Horry County council members revealed Tuesday that an $11 million land purchase they’re eying near Carolina Forest would also allow them to relieve road congestion in that area and extend Gardner Lacy Road to International Drive.
The council is scheduled to vote Tuesday night on whether to purchase the 3,700 acres from Virginia-based Riverstone Properties.
The vast expanse of wetlands would primarily be used for mitigation property to satisfy environmental demands in constructing RIDE III projects, a voter-approved sales tax to pay for road construction.
Councilors say the purchase will provide the right-of-way property needed to extend Gardner Lacy to International Drive, according to Councilmen Mark Lazarus and Johnny Vaught.
“That’s the long-range plan, obviously, but we know Gardner Lacy’s got to go through there and connect up because it’s a dead-end out there now,” Vaught said. “There’s already so much traffic going down Gardner Lacy cutting through residential areas to cut across to other roads (in Carolina Forest).”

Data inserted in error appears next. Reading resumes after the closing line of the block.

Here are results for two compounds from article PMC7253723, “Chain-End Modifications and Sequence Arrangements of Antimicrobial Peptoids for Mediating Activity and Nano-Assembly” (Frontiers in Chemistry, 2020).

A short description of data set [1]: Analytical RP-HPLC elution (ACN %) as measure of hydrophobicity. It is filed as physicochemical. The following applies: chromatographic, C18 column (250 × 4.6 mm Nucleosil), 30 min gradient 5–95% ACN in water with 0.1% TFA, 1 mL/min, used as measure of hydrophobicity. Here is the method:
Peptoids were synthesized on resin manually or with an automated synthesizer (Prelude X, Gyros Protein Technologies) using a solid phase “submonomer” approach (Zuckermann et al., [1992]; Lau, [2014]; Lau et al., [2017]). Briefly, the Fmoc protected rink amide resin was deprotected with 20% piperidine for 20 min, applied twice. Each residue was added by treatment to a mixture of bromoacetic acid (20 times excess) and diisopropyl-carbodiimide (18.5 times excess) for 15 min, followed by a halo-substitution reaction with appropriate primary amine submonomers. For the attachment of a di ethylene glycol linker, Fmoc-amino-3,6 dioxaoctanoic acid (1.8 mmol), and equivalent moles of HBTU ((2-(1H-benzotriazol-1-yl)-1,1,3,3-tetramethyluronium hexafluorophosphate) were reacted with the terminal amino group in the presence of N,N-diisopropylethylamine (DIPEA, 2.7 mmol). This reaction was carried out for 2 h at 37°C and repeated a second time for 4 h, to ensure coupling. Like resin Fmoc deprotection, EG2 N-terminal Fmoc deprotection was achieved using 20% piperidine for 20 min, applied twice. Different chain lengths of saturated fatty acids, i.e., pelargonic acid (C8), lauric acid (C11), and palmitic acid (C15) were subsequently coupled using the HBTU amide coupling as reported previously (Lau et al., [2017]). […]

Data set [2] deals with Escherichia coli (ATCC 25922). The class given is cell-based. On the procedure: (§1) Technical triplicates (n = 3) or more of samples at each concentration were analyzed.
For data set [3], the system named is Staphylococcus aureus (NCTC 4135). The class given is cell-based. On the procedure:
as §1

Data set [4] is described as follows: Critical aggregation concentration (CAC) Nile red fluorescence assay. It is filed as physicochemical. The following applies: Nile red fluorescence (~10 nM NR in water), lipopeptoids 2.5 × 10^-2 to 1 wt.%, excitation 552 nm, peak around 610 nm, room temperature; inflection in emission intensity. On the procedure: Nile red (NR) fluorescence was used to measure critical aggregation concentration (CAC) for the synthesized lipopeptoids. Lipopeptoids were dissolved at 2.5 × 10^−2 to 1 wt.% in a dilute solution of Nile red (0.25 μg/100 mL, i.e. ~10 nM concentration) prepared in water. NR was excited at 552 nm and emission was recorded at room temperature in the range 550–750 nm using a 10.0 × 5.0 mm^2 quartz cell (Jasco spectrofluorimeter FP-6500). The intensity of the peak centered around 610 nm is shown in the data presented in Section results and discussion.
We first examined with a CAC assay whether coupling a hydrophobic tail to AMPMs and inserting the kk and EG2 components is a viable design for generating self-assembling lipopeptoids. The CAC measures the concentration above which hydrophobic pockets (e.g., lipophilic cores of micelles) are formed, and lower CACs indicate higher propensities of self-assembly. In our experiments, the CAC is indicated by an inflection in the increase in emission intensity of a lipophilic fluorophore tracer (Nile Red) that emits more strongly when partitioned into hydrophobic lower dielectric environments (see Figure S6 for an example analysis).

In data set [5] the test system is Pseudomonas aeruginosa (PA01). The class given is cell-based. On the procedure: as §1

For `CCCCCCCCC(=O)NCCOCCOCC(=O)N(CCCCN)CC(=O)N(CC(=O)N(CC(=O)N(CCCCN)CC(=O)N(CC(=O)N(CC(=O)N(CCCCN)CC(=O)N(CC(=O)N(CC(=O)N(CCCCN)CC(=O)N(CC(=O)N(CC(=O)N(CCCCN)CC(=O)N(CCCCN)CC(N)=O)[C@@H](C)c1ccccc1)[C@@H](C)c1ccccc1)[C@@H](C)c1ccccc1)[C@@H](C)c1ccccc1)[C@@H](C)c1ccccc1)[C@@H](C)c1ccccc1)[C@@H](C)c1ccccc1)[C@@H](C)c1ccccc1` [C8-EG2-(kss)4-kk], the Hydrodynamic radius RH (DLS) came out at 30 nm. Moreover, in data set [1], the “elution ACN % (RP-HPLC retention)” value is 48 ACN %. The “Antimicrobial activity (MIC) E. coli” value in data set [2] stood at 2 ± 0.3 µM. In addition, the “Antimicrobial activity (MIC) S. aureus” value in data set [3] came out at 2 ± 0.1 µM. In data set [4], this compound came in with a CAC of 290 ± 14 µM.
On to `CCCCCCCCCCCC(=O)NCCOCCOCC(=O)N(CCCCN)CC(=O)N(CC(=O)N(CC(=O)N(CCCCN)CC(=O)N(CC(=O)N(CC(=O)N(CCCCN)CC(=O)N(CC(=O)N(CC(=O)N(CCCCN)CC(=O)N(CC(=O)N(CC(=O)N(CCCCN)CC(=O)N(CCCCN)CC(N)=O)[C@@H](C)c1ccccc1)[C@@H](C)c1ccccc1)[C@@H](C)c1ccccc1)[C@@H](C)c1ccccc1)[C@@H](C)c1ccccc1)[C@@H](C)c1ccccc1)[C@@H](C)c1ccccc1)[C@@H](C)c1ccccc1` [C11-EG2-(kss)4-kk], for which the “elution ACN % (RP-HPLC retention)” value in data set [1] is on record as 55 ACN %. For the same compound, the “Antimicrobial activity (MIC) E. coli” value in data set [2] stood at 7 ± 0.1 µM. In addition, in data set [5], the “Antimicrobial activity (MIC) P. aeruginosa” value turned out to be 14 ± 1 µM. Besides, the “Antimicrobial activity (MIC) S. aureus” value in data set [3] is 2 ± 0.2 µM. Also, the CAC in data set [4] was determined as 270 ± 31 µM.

Vaught said it’s too soon to tell when construction might begin on the road extension, but the property is for sale now, and the county needs it, he said.
“With this property, we won’t have to buy much right-of-way property at all, and the mitigation will be done too. So it’s a good thing all the way around,” Vaught said.
Council Chair Lazarus said that the county plans on buying 3,687 acres at $3,000 per acres for a total of $11 million with leftover money from the earlier RIDE II sales tax. The rest of the $12.9 million could be used for wetlands restoration, he said.
Lazarus said the land will be set aside for mitigation credits, land that counties set aside to make up for wetlands that are disturbed or destroyed during major construction.
Vaught said the county would get around 2,800 mitigation credits for the amount of land preserved, which is a cheaper deal than buying the credits on the open market.
“If you have to go out on the market and try and buy them, they set the price on them and you don’t have any idea of what it’s really going to cost you,” Vaught said. “We’re going to get around 2,800 mitigation credits out of it. That will allow us to take care of all our needs for ride III.”